- Calyx – Outermost whorl, members – sepals (green, leaf-like, protect bud), can be gamosepalous (united sepals), Polysepalous (free sepals).
- Corolla – Petals (bright colour to attract insects for pollination).
Gamopetalous (united petal), polypetalous (free petals) may be tubular, bell-shaped, wheel-shaped.
AESTIVATION- Arrangement of sepals/Petals in the floral bud with respect to others whorl.
Valvate – Sepals & petals just touch each other at the margin, without overlapping. E.g., Calotropis
Twisted – Overlap the next one and so. E.g., China rose, Lady’s finger.
Imbricate – Overlap but not in particular derivation (1 out, 1 in, three out-in).
Vexillary – Largest overlap two lateral petals which overlap two smallest one. E.g., Pea & Bean
- Androecium – Composed of stamen (male reproductive organ)
Each has stalk/filament & another.
Each anther is bilobed (each has 2 chambers, pollen sacs).
Pollen grains are produced in pollen sacs.
Sterile stamen – Staminode.
Epipetalous – Stamen attached to petals, e.g.- Brinjal
Epiphyllous – Attached to the perianth. E.g., Lily-
Polyandrous – Remain free
United – together
Monadelphous – United into one bunch/bundle. E.g., China rose
Diadelphous – Two bundles. E.g., Pea
Polyadelphous – More than two. E.g., Citrus
There may be variation in the length of the filament within the flower. E.G.- Salvia and Mustard.
- Gynoecium – Female reproductive part, made of one or more carpels.
Ovary- Enlarged basal part. Stigma – usually at the tip. Style – Connects ovary to stigma, receptive surface for pollen grains. Each ovary has One or more ovules attached to a cushion-like placenta.
Apocarpous- Where one or more carpel is (+), maybe free. E.g., Lotus, Rose.
Syncarpous – Carpel fuse. E.g., Mustard, tomato.
PLACENTATION – Arrangement of ovule within the ovary.
Marginal – Placenta forms ridge along ventral suture of ovary and ovule are born forming two rows. E.g., Pea
Axile – Placenta is axile; ovules are attached to the multilocular ovary.
E.g., China Rose, Tomato, Lemon
Parietal – Ovule on the inner wall of the ovary, which is one chamber but becomes two chambers because of a false septum. E.g., Mustard, argemone.
Free central – Ovule on Central axis, septa absent. E.g.- Dianthus, Primrose.
Basal – Placenta at base of ovary & single ovule is attached. E.g., Marigold, Sunflower
Mature or ripened ovary, develops after fertilization.
Parthenocarpic – formed without fertilization
Parts of Fruit
- Pericarp – Wall of fruit, maybe dry/fleshy, when thick divided – Epicarp (outer), mesocarp (Middle), Endocarp (Inner).
In Mango & coconut, fruit – Drupes (develop from monocarpellary superior ovaries & one-seeded).
- Mango – Thin epicarp, fleshy edible mesocarp, stony hard endocarp.
- Coconut – Mesocarp- fibrous.
Ovule after fertilization, has seed coat & Embryo.
Embryo – Radicle, embryonal axis, one or more cotyledon. E.g., one – Wheat, maize, two – Gram pea.
Dicot seed – E.g., Gram, Pea
- Seed Coat – Outermost covering, has two layers (outer Testa & inner tegmen)
- Hilum – Scar on seed coat through which developing seeds were attached to the fruit, has small pore – micropyle.
- Cotyledons – Often fresh, full of reserve food material
Endospermic seed – Endosperm formed as double fertilization, food stores.
Non – endospermic seed – Endosperm absence. E.g., Bean, Gram, Pea.
Monocot seed-E.g.- e.g., Wheat, Maize.
- Mainly endospermic, orchids – non-endospermic.
- In cereals(maize), the seed coat is membranous & fused with fruit wall, endosperm – bulky, stores food.
- Aleurone layer – Proteinous outer covering of endosperm, separate Embryo. The Embryo is small & situated in a groove at one end.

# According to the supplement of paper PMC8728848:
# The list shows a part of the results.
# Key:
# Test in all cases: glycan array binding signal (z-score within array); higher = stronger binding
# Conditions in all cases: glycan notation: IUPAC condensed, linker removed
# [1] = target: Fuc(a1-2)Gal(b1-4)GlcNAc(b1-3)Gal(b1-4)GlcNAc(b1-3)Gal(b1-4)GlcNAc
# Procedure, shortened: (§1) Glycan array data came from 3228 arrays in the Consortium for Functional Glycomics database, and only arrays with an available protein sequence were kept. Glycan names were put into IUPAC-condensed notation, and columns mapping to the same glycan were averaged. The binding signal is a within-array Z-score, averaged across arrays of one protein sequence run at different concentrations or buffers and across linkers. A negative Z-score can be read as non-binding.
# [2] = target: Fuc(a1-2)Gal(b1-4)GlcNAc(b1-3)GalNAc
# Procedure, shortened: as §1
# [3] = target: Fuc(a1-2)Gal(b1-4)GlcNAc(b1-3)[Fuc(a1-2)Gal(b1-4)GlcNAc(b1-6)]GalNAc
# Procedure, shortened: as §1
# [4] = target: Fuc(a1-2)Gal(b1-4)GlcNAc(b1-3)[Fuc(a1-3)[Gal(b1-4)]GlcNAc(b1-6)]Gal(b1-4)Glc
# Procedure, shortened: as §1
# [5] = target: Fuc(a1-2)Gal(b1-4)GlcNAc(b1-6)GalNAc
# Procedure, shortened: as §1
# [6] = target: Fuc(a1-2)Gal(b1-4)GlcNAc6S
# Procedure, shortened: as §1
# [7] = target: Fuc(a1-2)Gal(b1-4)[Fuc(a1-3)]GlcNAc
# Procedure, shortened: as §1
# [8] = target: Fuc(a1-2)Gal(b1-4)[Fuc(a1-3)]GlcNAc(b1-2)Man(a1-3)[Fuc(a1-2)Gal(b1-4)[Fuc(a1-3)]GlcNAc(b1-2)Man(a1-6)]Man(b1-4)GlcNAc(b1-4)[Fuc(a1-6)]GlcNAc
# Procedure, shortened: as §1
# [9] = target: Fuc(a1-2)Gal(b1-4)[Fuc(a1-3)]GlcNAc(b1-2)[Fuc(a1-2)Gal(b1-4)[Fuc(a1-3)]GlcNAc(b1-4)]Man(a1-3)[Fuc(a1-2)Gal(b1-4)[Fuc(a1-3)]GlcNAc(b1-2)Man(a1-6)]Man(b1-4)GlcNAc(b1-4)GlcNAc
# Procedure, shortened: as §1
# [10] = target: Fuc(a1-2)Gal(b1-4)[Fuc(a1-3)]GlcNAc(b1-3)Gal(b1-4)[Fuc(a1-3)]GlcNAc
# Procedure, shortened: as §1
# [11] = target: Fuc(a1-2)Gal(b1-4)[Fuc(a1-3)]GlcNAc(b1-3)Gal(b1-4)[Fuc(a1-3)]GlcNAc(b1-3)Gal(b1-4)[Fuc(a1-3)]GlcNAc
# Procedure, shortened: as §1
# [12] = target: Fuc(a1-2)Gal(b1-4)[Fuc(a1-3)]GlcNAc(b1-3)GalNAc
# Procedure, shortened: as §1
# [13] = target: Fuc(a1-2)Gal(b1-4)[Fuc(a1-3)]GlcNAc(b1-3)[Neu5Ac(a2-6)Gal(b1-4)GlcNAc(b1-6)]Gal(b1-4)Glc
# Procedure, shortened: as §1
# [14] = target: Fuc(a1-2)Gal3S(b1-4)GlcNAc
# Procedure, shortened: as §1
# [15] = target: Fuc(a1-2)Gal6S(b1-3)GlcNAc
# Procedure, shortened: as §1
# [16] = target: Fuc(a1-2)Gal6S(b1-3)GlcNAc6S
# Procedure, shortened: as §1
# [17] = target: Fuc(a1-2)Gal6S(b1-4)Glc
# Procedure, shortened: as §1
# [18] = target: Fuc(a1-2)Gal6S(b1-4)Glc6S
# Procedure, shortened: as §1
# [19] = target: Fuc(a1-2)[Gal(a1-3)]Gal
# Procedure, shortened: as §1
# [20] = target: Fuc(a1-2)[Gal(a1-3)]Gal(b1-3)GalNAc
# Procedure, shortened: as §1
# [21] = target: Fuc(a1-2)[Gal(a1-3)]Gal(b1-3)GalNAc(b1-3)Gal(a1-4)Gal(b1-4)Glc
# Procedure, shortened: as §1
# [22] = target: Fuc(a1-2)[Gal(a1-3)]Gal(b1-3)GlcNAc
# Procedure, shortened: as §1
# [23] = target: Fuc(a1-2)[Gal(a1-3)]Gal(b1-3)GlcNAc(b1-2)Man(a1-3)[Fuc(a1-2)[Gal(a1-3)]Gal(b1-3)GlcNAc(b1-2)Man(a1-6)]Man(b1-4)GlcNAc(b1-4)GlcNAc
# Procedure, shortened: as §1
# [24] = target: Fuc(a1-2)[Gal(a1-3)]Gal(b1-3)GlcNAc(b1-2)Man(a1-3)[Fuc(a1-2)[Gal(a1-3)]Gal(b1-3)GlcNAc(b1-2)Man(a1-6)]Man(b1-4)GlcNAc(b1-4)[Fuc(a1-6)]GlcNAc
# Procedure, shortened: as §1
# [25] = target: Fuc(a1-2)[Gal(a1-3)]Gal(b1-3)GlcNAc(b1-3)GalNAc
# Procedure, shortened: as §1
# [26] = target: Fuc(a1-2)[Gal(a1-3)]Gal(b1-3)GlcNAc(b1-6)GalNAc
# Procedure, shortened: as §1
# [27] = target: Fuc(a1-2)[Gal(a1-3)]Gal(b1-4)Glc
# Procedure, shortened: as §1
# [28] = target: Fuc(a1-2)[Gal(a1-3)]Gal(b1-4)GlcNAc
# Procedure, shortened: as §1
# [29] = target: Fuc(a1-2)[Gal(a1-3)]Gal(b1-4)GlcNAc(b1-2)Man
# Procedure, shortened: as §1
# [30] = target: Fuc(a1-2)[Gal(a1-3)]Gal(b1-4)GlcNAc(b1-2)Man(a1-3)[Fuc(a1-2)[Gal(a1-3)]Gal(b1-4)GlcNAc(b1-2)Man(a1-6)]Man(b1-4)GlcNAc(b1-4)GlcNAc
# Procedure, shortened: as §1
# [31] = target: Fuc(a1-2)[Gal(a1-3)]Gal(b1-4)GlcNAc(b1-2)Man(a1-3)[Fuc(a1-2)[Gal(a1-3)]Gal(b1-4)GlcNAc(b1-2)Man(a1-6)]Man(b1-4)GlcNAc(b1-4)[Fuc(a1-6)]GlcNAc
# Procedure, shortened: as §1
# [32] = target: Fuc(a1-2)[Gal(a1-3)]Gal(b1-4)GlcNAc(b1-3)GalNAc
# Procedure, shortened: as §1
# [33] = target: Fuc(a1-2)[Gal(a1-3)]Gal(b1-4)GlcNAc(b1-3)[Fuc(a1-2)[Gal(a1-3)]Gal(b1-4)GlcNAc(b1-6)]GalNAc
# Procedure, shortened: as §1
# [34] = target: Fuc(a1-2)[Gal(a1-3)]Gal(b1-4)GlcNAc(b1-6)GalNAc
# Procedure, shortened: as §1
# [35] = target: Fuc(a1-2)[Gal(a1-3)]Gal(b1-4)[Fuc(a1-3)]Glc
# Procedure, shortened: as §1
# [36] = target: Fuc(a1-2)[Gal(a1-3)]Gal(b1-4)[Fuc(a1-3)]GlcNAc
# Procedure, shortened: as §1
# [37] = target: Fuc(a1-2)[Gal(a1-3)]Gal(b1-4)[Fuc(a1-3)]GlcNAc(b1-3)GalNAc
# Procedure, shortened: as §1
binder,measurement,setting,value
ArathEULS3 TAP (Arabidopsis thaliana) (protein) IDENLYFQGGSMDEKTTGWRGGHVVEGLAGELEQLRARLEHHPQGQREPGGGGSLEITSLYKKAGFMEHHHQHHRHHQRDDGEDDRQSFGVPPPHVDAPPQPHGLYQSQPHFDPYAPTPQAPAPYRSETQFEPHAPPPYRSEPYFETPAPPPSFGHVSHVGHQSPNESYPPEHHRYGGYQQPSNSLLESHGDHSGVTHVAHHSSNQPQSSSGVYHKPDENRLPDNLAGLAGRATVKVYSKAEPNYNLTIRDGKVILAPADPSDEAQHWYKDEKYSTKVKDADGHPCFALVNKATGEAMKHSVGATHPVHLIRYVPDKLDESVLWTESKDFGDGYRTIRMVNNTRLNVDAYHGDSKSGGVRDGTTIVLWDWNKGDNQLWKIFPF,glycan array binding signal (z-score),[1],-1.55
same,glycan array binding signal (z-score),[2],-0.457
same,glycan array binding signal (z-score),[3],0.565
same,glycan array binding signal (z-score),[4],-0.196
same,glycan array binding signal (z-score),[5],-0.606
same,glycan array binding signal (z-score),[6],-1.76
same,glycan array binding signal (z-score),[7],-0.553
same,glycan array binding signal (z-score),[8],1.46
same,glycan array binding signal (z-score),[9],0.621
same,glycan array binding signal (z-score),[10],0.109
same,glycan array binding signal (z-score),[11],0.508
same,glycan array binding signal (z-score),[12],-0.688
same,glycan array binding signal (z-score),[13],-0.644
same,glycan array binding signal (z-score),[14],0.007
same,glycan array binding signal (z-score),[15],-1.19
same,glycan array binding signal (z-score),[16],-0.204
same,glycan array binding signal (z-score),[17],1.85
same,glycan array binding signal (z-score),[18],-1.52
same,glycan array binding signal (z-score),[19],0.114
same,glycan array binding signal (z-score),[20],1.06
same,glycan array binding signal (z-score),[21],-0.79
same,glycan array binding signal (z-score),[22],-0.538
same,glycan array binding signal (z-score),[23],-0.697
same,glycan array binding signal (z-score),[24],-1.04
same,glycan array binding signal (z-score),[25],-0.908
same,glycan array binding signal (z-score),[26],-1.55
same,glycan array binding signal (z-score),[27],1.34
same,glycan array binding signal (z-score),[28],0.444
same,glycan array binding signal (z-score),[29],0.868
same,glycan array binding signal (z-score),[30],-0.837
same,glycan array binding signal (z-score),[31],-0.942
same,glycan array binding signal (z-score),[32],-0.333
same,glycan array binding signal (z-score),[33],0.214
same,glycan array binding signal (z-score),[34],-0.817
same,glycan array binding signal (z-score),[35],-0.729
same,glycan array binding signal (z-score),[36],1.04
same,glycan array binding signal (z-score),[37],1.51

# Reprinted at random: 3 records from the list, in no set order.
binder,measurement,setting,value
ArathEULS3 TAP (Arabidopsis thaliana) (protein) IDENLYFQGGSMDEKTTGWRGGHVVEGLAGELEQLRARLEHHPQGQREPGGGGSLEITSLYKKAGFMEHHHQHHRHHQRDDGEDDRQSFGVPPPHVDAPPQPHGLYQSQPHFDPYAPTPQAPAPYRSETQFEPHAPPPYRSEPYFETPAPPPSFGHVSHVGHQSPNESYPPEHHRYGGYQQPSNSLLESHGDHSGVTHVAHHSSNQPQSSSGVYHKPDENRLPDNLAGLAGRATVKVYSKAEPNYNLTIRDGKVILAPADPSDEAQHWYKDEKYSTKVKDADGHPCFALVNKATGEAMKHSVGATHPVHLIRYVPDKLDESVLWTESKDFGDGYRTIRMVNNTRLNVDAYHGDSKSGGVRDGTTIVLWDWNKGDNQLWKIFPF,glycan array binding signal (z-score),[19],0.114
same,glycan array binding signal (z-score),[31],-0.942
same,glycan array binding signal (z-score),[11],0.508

- Scutellum – Consists of one layer and shield-shaped cotyledon.
- Coleoptile – Encloses plumule
- Coleorhiza – Encloses radicle.
Semi technical description-
Br- Bracteate, K – Calyx, C – Corolla, P – Perianth, G for Superior ovary,
Fusion is indicated by enclosing figures within brackets.
The position of the mother axis with respect to the flower is represented by a dot on top.
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Description of important families –
Earlier Papilionoideae (a subfamily of Leguminosae)
- Vegetative character – Trees, shrubs, root with root nodules -stem, leaf – alternate, pinnately compound, leaf base, reticulate.
- Floral –
– Inflorescence – Racemose
– Flower – bisexual, Zygomorphic
-Calyx – 5 sepals, gamosepalous, valvate/imbricate aestivation
-Corolla – 5 Petals, polypetalous, two lateral wings, 2 anterior, 1 posterior, vaxillary.
-Androecium – 10, diadelphous, anther dithecous
– Gynoecium -Ovary superior, Monocarpellary, unilocular, single style
-Fruit – Legume, non – endospermic
– Economic importance – Sources of pulses (arher, moong), Oil (groundnut), Fiber (sun hemp), Dye (Indigofera), fodder (Sesbania, Trifolium), Ornamental (Lupin, sweet pea), Medicine (mulaithi)
- Vegetative – Herbs, Shrubs, rarely small
Stem – Rarely woody, Arial, erect, branched
Leaves – alternate, simple, reticulate
- Floral –
-Inflorescence – Solitary, Cymose.
– Flower – Bisexual, actinomorphic
-Calyx – % sepals United, Valvate
-Corolla – 5 Petals, united, valvate
– Androecium – % stamen, Epipetalous
– Gynoecium – Bicarpellary, Syncarpous, ovary superior, bilocular, axile
-Fruit – berry/ capsule
-Seed – many endosperms
-Economic importance – Source of food (tomato, brinjal), spice, medicine (Belladonna, Ashwagandha), ornamentals, fumigator(tobacco)
Lily family, Monocot
- Vegetative – Herbs with underground bulbs
- Leaves – mostly basal, alternate, liner
- Floral –
– Inflorescence – cymose
-Flower – Bisexual, actinomorphic.
-Androecium – 6 Stamen, 3+3, epipetalous
-Perianth – 6 tepals (3+3) often united, velvet
-Gynoecium – Tricarpellary, Syncarpous, ovary superior, trilocular, axile
-Fruit – Capsule
– Seed – Endodermous
– Economic importance – good ornamentals (Tulip, Gloriosa), medicines (aloe), vegetables (Asparagus), Colchicine).
Floral formulae are used to describe a flower using some signs and symbols to designate different parts of a flower. Some of the different symbols used are as follows:
|Symbol||Description / Full form|
|0 (zero)||Absence of a particular whorl|
|∞||Indefinite number of floral parts in a whorl|
|⚦||Unisexual, staminate flower|
|♀️||Unisexual, pistillate flower|
|K5||Five sepals, aposepalous|
|K(5)||Five sepals gamosepalous|
|C5||Five petals, apopetalous|
|C(5)||Five petals, gamopetalous|
|A3||Three stamens free|
|A2+2||Stamens 4, 2 whorls|
|A10+1||Stamens 10, diadelphous – 9 stamens unite to form one bundle and 1 other bundle|
|A0||Sterile stamen (staminode)|
|G0||Sterile carpel (pistillode)|
|G-||Semi inferior ovary|